Today's Washington Times reports:
The Pentagon yesterday announced a landmark change in the use of combat troops, elevating "stability missions" -- commonly called nation-building -- to an equal status with major combat operations. The evolution in war-planning priorities underscores how the September 11, 2001, attacks on the United States by the al Qaeda terror network continue to fundamentally reshape how U.S. military commanders deploy the armed forces.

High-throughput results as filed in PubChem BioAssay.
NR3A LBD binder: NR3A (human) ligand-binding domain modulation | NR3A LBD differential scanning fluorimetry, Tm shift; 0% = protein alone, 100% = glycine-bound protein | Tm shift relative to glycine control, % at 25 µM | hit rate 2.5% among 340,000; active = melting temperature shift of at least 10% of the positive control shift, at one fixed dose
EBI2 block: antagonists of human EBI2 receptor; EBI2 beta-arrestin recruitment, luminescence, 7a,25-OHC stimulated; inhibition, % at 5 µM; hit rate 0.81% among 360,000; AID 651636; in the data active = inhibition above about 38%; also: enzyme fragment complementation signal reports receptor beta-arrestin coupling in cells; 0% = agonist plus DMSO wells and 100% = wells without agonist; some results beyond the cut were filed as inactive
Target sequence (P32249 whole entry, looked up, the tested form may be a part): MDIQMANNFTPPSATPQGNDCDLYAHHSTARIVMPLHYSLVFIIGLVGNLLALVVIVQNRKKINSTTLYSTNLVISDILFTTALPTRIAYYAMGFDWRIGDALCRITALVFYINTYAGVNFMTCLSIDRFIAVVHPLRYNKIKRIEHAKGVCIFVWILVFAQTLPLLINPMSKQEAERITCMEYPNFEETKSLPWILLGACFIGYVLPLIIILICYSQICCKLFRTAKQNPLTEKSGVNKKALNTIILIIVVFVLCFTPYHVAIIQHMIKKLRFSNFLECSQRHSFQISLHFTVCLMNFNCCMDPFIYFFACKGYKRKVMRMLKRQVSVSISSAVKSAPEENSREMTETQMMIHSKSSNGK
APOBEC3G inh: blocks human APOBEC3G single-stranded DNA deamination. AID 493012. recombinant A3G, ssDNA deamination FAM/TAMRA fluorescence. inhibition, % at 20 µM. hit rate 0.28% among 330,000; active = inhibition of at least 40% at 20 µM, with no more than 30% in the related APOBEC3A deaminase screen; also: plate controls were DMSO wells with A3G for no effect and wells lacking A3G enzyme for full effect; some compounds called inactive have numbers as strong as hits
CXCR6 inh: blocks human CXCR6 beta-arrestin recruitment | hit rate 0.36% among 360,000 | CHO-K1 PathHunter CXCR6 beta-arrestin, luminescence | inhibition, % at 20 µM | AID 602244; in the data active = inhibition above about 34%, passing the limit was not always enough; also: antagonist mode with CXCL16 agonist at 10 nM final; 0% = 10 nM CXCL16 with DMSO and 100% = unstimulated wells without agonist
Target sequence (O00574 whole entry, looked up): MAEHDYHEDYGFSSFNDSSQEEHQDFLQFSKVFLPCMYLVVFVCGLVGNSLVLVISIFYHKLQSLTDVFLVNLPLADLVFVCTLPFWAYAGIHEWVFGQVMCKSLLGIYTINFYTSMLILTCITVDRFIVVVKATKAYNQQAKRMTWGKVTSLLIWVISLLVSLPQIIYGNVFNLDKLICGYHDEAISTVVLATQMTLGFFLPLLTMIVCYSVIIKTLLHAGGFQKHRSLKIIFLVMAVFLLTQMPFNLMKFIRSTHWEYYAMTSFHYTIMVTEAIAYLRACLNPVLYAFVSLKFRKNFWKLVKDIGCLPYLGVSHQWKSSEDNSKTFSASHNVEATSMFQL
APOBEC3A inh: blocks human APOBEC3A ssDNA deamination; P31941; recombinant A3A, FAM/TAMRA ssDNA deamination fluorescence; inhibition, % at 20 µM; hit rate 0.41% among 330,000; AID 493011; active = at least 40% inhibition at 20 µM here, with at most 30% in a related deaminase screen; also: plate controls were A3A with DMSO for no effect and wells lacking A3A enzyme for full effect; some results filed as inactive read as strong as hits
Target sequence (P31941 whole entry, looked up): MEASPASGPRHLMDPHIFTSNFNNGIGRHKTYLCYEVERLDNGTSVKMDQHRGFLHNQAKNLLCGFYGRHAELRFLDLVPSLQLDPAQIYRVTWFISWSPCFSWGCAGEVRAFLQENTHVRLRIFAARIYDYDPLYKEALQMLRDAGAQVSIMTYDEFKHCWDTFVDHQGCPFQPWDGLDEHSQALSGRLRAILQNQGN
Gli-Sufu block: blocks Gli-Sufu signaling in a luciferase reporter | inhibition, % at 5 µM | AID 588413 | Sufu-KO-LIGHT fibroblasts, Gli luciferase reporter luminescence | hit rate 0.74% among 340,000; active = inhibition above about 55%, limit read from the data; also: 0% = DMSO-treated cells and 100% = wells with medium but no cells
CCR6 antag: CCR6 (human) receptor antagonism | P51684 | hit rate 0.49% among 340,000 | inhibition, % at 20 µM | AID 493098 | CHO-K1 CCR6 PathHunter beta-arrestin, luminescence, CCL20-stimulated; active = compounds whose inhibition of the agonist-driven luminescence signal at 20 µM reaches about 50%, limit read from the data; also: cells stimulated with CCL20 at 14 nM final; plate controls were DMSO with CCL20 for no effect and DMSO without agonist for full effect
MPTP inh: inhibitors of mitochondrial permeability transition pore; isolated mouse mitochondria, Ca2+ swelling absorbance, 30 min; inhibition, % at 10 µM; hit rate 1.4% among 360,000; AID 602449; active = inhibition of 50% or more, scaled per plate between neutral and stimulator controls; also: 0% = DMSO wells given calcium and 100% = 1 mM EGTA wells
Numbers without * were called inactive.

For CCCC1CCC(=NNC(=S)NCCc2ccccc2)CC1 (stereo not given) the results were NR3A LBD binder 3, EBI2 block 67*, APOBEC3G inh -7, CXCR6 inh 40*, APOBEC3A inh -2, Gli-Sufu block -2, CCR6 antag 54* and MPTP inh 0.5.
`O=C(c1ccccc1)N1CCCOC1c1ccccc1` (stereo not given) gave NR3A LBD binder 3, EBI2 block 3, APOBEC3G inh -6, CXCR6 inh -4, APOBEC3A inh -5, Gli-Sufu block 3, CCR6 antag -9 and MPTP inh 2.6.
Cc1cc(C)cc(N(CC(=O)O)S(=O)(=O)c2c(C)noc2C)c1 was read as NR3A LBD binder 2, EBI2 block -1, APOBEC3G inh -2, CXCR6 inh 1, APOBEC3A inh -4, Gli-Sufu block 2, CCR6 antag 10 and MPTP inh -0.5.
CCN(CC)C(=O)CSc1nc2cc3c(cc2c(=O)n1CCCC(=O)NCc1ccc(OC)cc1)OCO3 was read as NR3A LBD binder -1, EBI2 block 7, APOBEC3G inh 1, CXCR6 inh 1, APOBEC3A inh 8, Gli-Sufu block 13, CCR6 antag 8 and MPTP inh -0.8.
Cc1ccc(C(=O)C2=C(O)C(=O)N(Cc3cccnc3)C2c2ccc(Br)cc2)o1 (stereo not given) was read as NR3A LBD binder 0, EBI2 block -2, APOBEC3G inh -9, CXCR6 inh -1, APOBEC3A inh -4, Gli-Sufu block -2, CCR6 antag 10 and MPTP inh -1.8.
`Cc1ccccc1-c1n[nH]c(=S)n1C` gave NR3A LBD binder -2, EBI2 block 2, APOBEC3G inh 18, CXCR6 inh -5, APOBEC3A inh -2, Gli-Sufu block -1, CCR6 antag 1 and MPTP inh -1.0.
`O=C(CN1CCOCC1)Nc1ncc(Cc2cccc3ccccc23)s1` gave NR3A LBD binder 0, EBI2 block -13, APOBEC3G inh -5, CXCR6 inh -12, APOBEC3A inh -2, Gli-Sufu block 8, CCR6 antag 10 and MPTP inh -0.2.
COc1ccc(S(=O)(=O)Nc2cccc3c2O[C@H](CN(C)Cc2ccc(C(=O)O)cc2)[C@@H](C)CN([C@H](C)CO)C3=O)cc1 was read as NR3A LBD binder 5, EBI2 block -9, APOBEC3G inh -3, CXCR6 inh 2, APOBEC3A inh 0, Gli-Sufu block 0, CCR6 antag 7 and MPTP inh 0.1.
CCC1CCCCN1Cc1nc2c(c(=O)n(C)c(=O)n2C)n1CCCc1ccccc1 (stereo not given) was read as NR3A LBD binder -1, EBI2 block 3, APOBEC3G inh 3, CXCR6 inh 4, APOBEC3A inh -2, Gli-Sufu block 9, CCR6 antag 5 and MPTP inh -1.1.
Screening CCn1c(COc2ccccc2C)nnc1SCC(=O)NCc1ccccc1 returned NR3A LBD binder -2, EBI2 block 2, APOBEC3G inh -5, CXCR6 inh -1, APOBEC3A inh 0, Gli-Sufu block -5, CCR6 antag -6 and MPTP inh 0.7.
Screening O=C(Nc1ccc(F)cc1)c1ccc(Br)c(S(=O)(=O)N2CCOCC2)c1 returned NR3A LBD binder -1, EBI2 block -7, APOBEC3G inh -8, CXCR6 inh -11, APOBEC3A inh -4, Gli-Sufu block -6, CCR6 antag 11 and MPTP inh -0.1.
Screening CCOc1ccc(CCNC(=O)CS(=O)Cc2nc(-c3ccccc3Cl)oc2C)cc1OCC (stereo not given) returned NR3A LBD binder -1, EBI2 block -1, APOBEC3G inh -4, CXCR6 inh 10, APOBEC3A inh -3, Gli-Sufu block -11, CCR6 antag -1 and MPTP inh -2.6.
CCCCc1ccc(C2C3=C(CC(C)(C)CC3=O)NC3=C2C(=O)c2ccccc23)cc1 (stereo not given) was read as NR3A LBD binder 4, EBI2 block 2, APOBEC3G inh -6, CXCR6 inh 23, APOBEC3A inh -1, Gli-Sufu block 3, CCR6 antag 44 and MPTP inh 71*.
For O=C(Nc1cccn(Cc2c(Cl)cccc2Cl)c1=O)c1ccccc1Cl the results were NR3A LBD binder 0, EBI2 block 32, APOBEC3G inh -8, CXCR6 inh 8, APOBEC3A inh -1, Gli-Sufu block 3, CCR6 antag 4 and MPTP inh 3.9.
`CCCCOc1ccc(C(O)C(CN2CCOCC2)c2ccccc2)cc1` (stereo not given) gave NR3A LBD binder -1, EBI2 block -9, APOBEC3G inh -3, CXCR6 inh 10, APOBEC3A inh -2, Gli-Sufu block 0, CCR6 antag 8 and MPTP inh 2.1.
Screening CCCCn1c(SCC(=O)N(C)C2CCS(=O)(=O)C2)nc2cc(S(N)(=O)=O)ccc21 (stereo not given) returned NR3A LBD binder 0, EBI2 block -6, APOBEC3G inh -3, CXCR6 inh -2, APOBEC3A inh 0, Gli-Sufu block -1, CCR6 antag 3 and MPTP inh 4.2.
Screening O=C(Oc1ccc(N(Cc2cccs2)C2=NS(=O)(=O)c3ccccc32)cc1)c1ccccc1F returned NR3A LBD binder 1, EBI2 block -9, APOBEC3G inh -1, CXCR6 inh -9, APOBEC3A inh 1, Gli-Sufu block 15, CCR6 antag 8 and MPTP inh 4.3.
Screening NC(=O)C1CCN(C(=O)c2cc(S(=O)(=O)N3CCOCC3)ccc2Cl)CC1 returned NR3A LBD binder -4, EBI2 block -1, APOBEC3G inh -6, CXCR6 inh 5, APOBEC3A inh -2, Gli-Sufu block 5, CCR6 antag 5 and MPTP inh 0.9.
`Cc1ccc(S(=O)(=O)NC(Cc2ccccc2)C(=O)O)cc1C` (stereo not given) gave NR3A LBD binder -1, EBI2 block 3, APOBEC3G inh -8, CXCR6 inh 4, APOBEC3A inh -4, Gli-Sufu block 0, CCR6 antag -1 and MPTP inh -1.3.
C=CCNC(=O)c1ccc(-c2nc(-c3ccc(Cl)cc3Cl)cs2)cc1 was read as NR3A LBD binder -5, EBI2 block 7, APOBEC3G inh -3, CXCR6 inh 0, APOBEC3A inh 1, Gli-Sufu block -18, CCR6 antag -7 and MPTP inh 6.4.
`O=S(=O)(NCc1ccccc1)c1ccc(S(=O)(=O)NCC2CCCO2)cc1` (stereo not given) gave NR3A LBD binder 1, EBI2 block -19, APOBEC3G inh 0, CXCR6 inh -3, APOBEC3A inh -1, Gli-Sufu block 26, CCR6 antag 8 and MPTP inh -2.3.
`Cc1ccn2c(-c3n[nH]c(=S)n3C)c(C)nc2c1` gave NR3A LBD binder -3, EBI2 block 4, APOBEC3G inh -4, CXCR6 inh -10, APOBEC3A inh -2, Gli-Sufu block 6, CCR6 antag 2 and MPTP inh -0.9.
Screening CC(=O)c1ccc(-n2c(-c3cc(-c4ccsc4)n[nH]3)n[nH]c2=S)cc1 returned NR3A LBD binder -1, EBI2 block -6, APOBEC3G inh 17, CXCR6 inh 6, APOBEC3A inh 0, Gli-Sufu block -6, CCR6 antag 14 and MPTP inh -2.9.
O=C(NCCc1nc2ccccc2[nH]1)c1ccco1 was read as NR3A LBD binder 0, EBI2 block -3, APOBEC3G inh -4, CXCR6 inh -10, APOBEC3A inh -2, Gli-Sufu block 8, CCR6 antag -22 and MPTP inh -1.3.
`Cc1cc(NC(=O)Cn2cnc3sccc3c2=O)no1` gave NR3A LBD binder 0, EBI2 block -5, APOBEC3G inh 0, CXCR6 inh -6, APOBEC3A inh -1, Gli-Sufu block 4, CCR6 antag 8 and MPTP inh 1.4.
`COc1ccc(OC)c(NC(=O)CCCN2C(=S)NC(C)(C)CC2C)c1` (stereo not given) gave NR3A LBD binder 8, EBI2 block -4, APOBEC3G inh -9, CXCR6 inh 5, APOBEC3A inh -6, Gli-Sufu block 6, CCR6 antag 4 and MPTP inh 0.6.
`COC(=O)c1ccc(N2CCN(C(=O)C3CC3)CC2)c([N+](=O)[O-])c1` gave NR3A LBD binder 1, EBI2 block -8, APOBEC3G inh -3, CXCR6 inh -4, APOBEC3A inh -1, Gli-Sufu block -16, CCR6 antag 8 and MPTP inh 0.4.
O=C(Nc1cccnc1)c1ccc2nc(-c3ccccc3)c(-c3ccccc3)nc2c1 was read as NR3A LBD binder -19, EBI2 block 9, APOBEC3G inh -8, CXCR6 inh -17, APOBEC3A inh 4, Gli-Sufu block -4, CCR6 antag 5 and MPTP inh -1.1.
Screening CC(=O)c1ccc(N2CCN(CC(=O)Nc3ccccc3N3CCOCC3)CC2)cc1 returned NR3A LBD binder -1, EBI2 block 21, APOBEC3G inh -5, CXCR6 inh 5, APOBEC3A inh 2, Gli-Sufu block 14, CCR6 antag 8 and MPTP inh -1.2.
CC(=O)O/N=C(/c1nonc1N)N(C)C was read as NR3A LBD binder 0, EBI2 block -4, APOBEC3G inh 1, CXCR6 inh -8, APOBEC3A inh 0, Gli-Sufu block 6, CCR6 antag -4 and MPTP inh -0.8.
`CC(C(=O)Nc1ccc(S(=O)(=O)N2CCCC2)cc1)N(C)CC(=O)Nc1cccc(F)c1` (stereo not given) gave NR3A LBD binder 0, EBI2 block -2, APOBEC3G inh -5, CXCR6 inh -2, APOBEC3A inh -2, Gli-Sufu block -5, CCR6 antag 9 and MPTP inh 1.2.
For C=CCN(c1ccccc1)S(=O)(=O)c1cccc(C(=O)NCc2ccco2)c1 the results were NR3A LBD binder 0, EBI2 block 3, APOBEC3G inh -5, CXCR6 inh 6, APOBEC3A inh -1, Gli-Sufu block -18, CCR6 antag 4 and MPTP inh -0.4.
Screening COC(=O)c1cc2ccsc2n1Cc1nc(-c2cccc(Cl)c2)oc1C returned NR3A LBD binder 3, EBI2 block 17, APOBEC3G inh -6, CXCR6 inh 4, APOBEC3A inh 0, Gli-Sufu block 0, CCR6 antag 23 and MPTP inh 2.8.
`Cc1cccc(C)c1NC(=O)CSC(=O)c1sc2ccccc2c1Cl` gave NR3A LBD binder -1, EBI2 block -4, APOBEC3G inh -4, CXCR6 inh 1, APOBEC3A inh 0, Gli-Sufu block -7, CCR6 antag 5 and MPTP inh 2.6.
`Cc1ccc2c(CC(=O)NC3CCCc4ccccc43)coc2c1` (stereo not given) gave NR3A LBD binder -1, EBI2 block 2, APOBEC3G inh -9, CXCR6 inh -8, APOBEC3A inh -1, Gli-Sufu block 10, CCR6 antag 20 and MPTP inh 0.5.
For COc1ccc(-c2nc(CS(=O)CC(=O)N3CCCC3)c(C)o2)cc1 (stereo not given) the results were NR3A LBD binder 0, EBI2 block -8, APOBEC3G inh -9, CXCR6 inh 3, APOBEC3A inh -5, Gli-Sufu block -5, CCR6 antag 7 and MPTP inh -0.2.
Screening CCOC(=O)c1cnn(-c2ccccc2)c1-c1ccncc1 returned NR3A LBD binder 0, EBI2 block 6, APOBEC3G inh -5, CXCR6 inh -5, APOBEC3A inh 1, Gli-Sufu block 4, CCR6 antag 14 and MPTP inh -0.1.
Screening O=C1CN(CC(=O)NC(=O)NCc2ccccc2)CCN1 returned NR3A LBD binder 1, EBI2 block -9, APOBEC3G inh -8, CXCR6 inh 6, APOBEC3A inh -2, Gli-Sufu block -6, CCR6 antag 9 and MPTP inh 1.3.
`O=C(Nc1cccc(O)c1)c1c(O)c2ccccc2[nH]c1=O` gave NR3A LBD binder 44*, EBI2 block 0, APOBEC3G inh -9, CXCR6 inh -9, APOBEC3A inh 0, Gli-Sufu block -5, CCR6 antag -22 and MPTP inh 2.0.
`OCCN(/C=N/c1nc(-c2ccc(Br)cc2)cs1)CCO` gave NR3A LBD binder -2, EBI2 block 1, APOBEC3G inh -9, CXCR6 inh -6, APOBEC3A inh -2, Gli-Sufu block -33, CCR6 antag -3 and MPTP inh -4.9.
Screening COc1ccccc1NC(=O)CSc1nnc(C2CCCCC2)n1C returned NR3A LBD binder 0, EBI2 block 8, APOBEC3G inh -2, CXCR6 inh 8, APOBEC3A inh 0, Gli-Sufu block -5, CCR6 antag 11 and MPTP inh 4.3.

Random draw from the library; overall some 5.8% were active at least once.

The Washington Post has also reported on this new directive. While many may agree on this post-conflict focus (as I do), there's quite a divide -- Powell, Shinseki, Rumsfeld, etc. -- on just how big the deployed force should be to accomplish the mission (and having traveled throughout Kosovo there other issues to be sorted out related to the role of a stability force once on the ground). Whether one agrees or disagrees with its conclusions, this Rand study on the "Arithmetic of Stability Operations" is a good place to start the debate that will surely be part of the 2008 presidential campaign.
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